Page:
Paddleboards Don’t Belong In Trees

Yes, that’s a paddleboard in a tree. No, paddleboards don’t belong in trees.paddleboards don't belong in trees 1

paddleboards don't belong in trees 2All’s well that ends well… a (possibly too honest) look behind the scenes of a small business and the sometimes nerve wracking adventure of entrepreneurship.

paddleboards don't belong in trees 3Last night, a series of very strong storms with crazy torrential rains and high winds ripped their way across the marshes between Brunswick and the islands. I happened to be pulling my paddleboard trailer across the Sidney Lanier Bridge in the middle of it all. Why? No particular reason other than needing to get home from Jekyll Island after sharing dinner with my mother at The Wharf.

As I was crossing the bridge in the middle of very heavy rain and strong winds, a strap broke and a paddleboard was torn from the trailer. It flew into the night, right over the side of the bridge and into the dark abyss below.

paddleboards don't belong in trees 4My mom, who was following in her car behind me, described what she saw as “a really big frisbee flying off the trailer and into the night.” Thankfully no one was hurt. I was just missing a board, and I was really wet from having got out of my truck to investigate.

I was pretty sure the board was lost forever, a sacrifice stolen by the gods of the marsh for the living I make plying their waters.

paddleboards don't belong in trees 5Well, this morning I decided to go search for my board. And I found it, too! It was in a tree near the edge of the marsh some 60+ feet below the bridge and – this is the truly incredible part – undamaged! Not a scratch, despite being blown over the side of a bridge and landing in (on?) a tree!

paddleboards don't belong in trees 6paddleboards don't belong in trees 7First pic shows the board as I initially saw it from the bridge this morning. Each picture after that shows the board from a closer view, and the last two show it was undamaged (I’m still shocked at that part). Crazy, huh?

(The preceding text is re-posted from the @kfpaddle Instagram account; read on to find out what we learned.)


OK, we admit it, the story is bazaar and funny/weird. And people are as likely to laugh at us as they are to laugh at the story.

We’re OK with all that. The Tale Of The Flying Paddleboard holds some important reminders and lessons for us. Here’s what we gleaned from our misadventure:

First, not every “disaster” is as bad as it seems. When my paddleboard was ripped from the trailer and blown over the side of the bridge by gale force winds, I was pretty certain that I had just seen the last of that board. Furthermore, my mind more or less went straight to the “oh no!” stage and the “ouch! that’s gonna hurt the budget” stage. Fortunately, we were very lucky this time around. No one was hurt, the paddleboard was not damaged, and the budget is no worse than it was before we tried playing the SUP version of Mary Poppins.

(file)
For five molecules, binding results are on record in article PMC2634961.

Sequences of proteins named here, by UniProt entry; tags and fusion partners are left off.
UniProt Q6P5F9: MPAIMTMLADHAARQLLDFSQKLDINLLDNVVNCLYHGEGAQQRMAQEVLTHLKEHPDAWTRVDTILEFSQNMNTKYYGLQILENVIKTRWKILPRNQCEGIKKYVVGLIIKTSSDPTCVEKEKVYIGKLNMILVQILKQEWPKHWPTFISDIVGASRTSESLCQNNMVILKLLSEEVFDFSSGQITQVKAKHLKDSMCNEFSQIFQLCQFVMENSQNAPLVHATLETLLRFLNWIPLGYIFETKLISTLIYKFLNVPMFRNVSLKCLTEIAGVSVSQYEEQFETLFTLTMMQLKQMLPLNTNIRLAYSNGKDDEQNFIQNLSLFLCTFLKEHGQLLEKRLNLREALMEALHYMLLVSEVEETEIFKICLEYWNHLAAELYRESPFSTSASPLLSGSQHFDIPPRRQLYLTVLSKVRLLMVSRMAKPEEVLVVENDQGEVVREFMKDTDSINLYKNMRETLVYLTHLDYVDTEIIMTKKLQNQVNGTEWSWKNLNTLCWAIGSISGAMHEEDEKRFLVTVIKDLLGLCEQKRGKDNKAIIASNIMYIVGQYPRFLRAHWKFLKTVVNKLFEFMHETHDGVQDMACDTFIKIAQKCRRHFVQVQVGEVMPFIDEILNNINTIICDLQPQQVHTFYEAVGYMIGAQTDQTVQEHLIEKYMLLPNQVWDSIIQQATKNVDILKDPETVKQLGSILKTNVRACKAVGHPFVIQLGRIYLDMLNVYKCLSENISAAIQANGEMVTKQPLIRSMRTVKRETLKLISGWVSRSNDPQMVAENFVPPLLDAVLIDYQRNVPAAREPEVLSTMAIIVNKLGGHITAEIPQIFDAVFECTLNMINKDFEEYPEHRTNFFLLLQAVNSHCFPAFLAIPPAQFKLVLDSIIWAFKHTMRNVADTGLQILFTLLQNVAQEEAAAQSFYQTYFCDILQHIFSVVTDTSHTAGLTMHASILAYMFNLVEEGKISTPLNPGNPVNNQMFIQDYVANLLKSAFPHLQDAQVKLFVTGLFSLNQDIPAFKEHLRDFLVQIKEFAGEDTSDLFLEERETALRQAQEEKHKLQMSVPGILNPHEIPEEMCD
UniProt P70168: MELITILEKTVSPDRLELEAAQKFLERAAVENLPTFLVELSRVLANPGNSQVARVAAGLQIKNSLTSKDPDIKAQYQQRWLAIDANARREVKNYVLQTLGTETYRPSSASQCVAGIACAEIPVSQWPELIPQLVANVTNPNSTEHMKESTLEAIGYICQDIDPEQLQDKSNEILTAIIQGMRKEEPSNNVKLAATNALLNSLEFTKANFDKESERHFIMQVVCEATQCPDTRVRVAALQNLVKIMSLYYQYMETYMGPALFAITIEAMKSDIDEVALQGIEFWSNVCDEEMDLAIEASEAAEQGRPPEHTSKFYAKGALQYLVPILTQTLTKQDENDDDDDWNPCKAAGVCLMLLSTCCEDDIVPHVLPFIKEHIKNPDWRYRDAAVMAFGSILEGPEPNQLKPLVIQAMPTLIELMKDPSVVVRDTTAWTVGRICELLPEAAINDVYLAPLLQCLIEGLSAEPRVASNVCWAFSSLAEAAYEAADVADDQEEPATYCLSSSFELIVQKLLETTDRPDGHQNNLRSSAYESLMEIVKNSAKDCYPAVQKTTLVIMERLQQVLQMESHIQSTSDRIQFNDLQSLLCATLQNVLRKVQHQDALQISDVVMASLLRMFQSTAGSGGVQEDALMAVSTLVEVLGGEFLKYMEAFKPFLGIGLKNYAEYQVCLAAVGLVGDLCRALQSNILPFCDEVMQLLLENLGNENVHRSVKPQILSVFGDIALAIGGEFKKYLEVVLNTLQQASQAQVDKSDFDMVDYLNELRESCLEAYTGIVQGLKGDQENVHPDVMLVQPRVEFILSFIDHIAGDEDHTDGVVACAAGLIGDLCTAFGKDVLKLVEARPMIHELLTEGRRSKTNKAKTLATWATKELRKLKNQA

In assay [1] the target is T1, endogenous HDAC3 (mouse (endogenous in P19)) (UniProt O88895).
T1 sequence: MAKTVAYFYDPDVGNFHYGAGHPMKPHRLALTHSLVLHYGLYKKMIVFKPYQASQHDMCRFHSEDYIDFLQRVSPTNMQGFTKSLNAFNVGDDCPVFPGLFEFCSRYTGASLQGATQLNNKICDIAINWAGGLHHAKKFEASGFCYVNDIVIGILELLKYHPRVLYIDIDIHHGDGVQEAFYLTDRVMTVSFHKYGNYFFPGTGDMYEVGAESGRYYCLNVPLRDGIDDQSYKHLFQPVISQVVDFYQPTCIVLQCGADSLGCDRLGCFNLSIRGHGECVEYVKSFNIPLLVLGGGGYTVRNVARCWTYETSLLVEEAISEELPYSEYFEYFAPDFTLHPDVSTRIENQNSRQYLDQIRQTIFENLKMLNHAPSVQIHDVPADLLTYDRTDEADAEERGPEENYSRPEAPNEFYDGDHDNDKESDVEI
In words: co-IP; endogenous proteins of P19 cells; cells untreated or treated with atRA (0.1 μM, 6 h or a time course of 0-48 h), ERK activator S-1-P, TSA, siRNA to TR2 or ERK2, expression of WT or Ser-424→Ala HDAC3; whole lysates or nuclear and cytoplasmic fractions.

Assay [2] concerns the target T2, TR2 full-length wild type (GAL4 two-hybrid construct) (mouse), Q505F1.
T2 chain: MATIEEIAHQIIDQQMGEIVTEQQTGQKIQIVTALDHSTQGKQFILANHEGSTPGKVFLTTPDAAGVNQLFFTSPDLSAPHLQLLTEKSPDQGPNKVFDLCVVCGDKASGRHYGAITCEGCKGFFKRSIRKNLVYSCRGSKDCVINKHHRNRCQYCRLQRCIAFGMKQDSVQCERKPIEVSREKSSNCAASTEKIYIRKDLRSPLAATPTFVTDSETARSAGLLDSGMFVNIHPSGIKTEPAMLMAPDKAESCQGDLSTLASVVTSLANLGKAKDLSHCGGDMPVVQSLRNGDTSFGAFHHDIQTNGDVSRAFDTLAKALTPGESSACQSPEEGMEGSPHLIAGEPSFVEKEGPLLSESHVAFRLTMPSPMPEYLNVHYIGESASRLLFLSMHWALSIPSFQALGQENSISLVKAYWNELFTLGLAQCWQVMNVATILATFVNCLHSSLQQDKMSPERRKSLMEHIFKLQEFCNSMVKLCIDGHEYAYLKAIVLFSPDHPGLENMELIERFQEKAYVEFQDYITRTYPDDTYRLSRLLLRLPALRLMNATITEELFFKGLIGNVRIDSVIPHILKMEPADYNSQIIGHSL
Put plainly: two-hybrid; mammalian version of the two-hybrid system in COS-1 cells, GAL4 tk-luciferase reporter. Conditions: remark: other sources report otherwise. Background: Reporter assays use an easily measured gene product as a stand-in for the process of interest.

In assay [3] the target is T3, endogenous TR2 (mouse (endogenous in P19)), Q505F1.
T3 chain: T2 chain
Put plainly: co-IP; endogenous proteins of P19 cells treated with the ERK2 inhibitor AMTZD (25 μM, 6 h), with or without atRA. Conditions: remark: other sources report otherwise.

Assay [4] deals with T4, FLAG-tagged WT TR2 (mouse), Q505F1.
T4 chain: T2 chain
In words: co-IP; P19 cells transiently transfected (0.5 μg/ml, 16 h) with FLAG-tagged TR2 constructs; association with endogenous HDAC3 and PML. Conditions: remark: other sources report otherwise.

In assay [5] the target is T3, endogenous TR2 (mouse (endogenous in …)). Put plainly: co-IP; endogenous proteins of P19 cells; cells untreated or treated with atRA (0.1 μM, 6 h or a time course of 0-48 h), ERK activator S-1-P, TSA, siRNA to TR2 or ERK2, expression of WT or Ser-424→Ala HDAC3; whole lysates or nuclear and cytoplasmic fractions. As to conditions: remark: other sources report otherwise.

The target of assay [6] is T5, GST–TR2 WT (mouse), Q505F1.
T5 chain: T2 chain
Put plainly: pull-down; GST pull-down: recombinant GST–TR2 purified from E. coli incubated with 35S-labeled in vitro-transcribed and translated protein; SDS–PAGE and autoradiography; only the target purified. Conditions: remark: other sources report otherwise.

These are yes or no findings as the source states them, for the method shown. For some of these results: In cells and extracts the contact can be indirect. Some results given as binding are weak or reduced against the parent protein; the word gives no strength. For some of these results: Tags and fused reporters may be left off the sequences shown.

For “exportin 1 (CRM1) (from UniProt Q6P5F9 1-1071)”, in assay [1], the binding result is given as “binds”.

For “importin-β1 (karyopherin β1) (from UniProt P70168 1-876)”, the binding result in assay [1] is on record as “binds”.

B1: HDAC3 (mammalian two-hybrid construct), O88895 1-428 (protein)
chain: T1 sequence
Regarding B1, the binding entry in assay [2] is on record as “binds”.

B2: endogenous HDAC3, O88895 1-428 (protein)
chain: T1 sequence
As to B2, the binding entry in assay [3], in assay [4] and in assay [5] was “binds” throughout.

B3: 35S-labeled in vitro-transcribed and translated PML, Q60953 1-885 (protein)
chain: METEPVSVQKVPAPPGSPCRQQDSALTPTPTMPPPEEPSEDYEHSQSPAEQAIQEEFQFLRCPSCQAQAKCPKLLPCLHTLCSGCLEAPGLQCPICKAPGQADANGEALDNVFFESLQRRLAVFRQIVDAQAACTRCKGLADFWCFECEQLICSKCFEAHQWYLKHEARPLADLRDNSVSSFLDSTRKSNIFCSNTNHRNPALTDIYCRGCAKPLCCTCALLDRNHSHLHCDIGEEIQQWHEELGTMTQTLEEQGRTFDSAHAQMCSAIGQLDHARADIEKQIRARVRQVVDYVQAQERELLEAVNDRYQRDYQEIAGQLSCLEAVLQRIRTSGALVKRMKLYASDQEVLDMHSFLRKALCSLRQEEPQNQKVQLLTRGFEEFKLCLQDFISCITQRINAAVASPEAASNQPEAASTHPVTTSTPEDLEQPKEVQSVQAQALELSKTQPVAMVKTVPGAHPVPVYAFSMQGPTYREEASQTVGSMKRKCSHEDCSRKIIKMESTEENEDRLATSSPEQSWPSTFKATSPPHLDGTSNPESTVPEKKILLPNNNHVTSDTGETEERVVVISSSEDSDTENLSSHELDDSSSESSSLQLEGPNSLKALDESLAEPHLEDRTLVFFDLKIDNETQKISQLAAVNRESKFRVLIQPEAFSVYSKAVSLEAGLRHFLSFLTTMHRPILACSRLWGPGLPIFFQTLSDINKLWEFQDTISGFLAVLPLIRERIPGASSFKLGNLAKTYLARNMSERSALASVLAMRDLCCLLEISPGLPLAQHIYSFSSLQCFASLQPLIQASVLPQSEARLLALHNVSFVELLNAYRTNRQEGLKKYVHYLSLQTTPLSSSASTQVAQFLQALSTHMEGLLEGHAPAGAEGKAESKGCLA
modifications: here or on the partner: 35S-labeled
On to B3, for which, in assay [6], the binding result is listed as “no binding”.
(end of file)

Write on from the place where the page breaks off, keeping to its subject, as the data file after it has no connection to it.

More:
Second, things could always be worse. In this case, the board could have blown backward off the trailer, straight into my mom’s windshield. It didn’t, but it could have. So, what I thought was a bad situation wasn’t nearly as bad as it could have been. It’s good to remember that, even when you’re pretty sure you just witnessed the birth of a fiasco, there’s always a worse scenario. Helps put thing in perspective.

Third, paddleboards are odd things. We’ve had boards get dinged and scratched and nearly destroyed by small falls/drops/bumps, so the fact that a board can survive falling more than 60 feet, pushed by gale force winds, and not have a single new scratch on it is …. well, it’s simply amazing and very weird.

Fourth, plan for the unexpected. Paddleboards don’t belong in trees, and they’re also supposed to stay on the trailer when you strap them in place. So, no, we never saw this problem coming. But, thanks to a general preparedness ethic, we were able to deal with situation smoothly and effectively. Remember, when things go sideways (literally, in this case), you have choices. You can choose to react, you can choose to freeze, and you can choose to respond. We responded, rather than reacting, and we were able to 1) recover our board and 2) limit the damage to our budget/business.

So, to sum things up, we have this list:

  • Some of the weird things that happen in life are beyond credulity.
  • The lens of time often shows us that what looked disastrous in the moment really isn’t so bad. This perspective can help keep us calm.
  • On the flip side of the perspective coin is the idea that things could, in fact, be worse. Be grateful that they aren’t.
  • Whatever you think was destroyed in a particular situation might be just fine. Although we would have expected the paddleboard to be smashed in this example, it was actually OK.
  • It pays to be prepared.

Most entrepreneurs have equally bazaar stories if they’ve been in business for any length of time. Striking out on your own isn’t for the faint of heart, as seen herein, but it can be richly rewarding. So take these episodes for the learning opportunities that they are, make sure you’re paying attention to the lessons hiding beneath your frustration and angst, and then move forward!

Kingfisher Paddleventures sunset on Tybee Island

Author: Norm

Happily married father of 4. Owner of Kingfisher Paddleventures and Southeast Ecology, and partner in SkyeHelps. Entrepreneur, Conservation Biologist, Ecotourism Specialist, Behavioral Healthcare Provider, and Educator.